Covid lab leak theories must be investigated, says World Health Organisation chief

All lab theories must be investigated in the hunt for the origins of Covid, the head of the World Health Organisation (WHO) has said in the first indication that engineered virus and lab leak theories will be officially scrutinised.

In a joint editorial in the journal Science, Dr Tedros Adhanom Ghebreyesus, the WHO director general, and two colleagues wrote that "lab hypotheses must be carefully examined" with a focus on institutions in Wuhan. 

They added: "A lab accident cannot be ruled out until there is sufficient evidence to do so and those results are openly shared." Unlike previous interventions by the WHO, they do not say that an animal spillover is the most likely scenario.

It comes as the WHO announced a new Scientific Advisory Group on the Origins of Novel Pathogens (Sago), which will examine the emergence of Covid in greater detail.

On Wednesday, 26 scientists were nominated to join Sago. They included Dr Yungui Yang, the deputy director of the Beijing Institute of Genomics at the Chinese Academy of Sciences in China, Dr John Watson, England’s former deputy chief medical officer, and Dr Stuart Blacksell, a professor of tropical microbiology and biosecurity expert at the University of Oxford.

There will be a two-week consultation period in which WHO members will be challenge individual appointments.

While the team will continue to investigate the potential for an animal spillover through wildlife sold in markets around Wuhan and other natural scenarios, it will also look into the possibility of a lab accident.

Earlier this year, an investigation by the WHO concluded that the Covid pandemic was likely to have had a natural origin, probably jumping from animals to humans. 

But the inquiry was criticised after it emerged that Chinese scientists had declined to discuss the lab leak scenario unless the final report dismissed any need for further investigation.

Since the outbreak, China has also refused to grant access to lab records which would show whether natural or engineered viruses were being held at Wuhan. It has also failed to allow access to blood samples of the earliest Covid infections.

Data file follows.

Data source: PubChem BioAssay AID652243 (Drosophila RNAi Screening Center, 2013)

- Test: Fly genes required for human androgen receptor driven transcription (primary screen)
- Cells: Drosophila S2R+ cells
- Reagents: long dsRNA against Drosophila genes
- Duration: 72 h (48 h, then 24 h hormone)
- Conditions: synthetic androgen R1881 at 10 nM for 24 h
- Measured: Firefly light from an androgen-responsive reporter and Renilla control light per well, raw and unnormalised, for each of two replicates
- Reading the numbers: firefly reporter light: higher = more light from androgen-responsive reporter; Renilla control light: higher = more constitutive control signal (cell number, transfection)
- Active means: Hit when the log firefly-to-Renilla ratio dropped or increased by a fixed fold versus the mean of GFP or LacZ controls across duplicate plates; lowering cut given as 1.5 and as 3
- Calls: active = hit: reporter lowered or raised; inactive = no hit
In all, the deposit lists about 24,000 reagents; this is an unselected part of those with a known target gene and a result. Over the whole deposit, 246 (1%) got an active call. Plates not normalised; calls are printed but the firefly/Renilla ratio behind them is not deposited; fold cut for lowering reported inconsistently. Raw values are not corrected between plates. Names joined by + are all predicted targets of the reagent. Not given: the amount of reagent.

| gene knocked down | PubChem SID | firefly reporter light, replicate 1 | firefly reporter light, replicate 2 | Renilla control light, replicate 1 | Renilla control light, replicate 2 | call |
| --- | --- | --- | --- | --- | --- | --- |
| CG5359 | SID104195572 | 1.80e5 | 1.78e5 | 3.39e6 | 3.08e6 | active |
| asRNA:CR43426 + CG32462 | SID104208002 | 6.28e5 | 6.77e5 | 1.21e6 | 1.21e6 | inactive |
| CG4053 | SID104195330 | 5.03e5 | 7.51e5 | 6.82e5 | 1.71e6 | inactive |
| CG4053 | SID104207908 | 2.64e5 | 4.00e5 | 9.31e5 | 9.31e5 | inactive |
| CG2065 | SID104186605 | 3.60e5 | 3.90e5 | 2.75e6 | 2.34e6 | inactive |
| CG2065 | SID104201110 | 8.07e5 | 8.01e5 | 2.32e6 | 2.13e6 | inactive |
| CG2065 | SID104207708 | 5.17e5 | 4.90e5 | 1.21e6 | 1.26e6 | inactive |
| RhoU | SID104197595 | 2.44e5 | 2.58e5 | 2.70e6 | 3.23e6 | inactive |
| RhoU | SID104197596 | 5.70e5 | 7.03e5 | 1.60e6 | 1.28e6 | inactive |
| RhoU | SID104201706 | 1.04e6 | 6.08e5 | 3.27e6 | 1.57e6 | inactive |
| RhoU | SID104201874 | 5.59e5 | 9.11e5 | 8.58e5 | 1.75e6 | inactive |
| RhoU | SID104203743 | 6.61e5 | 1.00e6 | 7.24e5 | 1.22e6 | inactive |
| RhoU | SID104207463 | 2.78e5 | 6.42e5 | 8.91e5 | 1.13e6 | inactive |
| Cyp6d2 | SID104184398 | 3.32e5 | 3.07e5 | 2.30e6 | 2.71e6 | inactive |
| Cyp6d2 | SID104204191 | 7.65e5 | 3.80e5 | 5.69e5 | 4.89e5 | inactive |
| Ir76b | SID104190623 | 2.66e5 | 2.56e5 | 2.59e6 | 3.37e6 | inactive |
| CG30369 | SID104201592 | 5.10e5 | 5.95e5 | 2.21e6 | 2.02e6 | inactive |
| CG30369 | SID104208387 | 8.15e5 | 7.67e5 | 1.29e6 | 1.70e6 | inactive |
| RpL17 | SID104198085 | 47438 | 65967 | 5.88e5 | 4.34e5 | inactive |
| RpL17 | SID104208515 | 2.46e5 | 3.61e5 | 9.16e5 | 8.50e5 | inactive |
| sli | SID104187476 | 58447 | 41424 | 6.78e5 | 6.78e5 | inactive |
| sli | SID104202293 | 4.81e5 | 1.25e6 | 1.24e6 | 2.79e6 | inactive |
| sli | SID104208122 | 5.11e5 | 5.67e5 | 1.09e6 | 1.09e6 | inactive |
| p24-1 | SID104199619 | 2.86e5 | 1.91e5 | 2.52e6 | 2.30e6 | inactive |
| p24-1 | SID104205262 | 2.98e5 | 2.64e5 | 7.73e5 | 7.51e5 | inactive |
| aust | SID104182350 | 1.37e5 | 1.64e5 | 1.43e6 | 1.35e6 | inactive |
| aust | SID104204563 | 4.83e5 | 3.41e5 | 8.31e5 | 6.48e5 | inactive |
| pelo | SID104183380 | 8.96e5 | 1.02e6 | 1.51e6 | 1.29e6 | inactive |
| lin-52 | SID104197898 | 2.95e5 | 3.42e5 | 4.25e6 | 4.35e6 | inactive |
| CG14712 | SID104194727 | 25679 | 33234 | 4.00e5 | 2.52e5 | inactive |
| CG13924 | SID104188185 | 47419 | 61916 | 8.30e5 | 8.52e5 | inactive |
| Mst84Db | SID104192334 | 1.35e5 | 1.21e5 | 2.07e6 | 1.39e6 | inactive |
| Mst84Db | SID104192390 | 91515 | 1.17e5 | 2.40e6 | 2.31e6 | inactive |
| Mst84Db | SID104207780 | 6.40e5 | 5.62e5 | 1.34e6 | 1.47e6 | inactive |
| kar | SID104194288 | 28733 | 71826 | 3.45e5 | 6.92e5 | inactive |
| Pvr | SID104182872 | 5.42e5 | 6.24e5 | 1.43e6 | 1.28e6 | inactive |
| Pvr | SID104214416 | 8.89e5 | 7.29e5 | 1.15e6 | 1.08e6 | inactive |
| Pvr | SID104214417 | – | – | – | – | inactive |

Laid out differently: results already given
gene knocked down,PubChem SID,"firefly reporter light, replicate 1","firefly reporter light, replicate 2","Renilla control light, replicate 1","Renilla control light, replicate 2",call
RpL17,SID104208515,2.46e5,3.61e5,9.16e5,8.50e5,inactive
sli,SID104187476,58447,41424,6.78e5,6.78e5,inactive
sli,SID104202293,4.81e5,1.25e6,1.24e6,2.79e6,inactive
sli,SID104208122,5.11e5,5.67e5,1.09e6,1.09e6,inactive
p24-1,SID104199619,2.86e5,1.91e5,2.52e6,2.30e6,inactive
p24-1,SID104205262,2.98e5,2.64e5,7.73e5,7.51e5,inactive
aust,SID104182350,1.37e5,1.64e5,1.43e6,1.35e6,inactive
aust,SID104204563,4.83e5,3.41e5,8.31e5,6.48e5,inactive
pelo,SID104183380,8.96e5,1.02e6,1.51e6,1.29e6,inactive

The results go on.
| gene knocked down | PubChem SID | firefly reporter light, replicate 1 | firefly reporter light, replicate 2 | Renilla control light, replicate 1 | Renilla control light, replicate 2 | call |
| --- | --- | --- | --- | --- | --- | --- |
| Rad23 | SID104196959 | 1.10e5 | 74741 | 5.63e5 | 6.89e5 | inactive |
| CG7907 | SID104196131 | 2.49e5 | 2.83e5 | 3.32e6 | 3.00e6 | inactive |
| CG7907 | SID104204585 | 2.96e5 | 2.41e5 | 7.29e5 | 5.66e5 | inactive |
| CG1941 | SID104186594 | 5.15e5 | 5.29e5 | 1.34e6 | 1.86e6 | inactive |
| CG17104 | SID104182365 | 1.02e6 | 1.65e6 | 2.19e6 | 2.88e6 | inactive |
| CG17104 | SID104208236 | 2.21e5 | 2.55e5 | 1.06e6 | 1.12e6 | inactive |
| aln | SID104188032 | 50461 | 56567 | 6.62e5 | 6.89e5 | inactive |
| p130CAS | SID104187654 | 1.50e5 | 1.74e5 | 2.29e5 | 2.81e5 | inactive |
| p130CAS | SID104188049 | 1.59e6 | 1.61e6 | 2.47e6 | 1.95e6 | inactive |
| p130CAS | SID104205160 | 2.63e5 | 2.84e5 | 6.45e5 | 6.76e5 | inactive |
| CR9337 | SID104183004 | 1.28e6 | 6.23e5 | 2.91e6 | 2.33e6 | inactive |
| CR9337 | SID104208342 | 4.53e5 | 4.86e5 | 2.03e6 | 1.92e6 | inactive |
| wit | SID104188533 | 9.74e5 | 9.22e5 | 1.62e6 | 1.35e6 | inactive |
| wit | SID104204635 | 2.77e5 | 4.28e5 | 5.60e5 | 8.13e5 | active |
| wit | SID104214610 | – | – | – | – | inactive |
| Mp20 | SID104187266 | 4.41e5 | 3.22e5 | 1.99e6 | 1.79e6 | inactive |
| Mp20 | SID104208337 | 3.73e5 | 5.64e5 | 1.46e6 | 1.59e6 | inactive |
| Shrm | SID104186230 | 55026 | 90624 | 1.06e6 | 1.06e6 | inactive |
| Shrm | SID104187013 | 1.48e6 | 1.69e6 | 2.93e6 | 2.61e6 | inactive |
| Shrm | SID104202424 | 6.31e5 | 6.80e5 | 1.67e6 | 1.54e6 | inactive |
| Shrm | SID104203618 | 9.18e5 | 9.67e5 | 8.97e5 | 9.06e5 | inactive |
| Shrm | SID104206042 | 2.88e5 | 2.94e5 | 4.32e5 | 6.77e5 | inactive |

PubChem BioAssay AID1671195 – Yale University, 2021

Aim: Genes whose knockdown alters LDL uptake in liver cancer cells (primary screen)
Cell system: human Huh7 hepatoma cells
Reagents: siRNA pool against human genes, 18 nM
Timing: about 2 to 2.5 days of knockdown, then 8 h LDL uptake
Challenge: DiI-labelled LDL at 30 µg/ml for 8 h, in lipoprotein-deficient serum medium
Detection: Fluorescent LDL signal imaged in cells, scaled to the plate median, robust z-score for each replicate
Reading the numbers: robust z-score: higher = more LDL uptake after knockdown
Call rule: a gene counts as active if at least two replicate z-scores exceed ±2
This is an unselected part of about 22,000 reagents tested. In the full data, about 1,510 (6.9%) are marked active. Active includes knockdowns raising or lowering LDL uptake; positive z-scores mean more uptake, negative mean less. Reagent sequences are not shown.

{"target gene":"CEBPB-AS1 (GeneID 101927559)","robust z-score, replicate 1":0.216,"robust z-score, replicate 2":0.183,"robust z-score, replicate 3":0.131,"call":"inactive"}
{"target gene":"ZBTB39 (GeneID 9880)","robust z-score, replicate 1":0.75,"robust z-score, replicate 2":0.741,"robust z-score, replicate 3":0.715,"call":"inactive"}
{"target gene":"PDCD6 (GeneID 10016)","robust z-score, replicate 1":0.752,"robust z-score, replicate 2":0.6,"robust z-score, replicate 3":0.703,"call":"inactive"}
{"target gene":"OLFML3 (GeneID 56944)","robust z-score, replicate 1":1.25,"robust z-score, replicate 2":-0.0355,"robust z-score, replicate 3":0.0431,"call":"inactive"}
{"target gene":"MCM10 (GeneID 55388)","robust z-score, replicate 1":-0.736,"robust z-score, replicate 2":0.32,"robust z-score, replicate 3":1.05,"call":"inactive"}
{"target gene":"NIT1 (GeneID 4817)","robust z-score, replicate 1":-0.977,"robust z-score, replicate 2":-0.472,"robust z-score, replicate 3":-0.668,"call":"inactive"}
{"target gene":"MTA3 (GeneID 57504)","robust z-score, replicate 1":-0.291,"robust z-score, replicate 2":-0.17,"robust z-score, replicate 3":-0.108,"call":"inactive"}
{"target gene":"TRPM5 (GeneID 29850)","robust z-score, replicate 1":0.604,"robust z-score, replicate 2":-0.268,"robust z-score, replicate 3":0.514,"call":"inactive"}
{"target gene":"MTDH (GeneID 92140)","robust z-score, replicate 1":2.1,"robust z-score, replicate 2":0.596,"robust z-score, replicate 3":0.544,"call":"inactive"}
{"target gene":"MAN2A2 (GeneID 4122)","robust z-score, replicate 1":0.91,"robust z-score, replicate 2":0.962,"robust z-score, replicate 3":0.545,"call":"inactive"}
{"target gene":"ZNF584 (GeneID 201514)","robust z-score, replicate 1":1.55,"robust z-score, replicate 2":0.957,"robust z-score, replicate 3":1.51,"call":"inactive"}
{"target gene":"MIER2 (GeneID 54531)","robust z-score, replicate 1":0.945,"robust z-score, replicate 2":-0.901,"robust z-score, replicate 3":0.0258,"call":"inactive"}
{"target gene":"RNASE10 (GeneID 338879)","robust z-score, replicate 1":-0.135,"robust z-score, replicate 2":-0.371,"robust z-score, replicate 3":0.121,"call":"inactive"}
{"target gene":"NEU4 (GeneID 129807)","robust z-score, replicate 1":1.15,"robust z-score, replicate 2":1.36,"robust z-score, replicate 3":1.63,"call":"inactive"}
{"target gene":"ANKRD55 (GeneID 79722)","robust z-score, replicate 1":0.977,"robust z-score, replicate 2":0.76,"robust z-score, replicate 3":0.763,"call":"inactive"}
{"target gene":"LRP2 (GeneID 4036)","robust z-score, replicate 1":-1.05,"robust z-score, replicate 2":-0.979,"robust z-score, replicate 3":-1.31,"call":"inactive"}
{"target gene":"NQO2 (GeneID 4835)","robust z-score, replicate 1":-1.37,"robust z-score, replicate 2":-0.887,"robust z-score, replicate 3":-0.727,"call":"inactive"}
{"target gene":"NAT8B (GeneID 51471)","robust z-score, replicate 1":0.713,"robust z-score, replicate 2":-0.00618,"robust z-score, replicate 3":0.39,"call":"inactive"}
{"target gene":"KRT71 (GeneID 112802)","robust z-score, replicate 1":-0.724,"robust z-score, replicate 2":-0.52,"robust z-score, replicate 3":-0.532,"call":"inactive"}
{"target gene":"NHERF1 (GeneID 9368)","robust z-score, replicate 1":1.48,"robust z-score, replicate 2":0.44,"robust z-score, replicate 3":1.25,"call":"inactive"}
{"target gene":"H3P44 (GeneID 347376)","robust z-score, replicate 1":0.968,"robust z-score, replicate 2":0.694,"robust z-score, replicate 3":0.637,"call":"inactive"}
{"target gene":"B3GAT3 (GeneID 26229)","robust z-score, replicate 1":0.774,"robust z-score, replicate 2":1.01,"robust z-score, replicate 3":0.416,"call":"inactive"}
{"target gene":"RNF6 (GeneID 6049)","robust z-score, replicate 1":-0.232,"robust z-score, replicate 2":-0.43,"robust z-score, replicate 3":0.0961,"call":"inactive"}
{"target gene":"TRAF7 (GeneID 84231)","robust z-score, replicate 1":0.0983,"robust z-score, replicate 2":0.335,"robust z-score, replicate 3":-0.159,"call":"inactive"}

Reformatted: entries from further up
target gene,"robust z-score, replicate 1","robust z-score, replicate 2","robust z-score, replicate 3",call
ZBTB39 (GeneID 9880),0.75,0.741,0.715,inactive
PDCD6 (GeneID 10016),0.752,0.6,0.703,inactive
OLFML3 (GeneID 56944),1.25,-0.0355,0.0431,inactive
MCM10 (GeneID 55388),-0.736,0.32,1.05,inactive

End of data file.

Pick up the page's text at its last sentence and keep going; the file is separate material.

It has since come to light that Wuhan scientists were collaborating with US teams on research to make coronaviruses more infectious to humans.

The editorial said it was "clear" that politics had hampered efforts by scientists to get to the bottom of what had caused the global outbreak.

The previous WHO investigation team included Peter Dazsak, a British zoologist who worked closely with Wuhan and US researchers on tracking down deadly viruses and engineering them to be more infectious. He has been left out of the list of nominees for the new team.

Writing in Science, Dr Tedros and colleagues said it was crucial to learn the true origins of Covid to avoid another deadly "Disease X". The editorial said: "Laboratory hypotheses must be examined carefully, with a focus on labs in the location where the first reports of human infections emerged in Wuhan.

"All hypotheses must continue to be examined and, as WHO has said from the outset, a fully open and transparent scientific process is essential."

The editorial authors, who also include Maria Van Kerkhove, the WHO Covid technical lead, and Michael Ryan, the executive director of the WHO Health Emergencies Programme, called for lab protocols around the world to be monitored and strengthened.

"Detailed investigations of the earliest known and suspected cases in China prior to December 2019 are still urgently needed, including analyses of stored blood samples from 2019 in Wuhan and surrounding areas and retrospective searches of hospital and mortality data for earlier cases," they said.

"Globally, at least 4.8 million people have died from Covid-19. They and their families are owed answers as to where and how the virus originated. It’s in everyone’s interest to better prepare for the next Disease X."

On Wednesday, China said it would analyse up to 200,000 samples held in blood banks for traces of Covid, a long-standing demand of the WHO and the international community.

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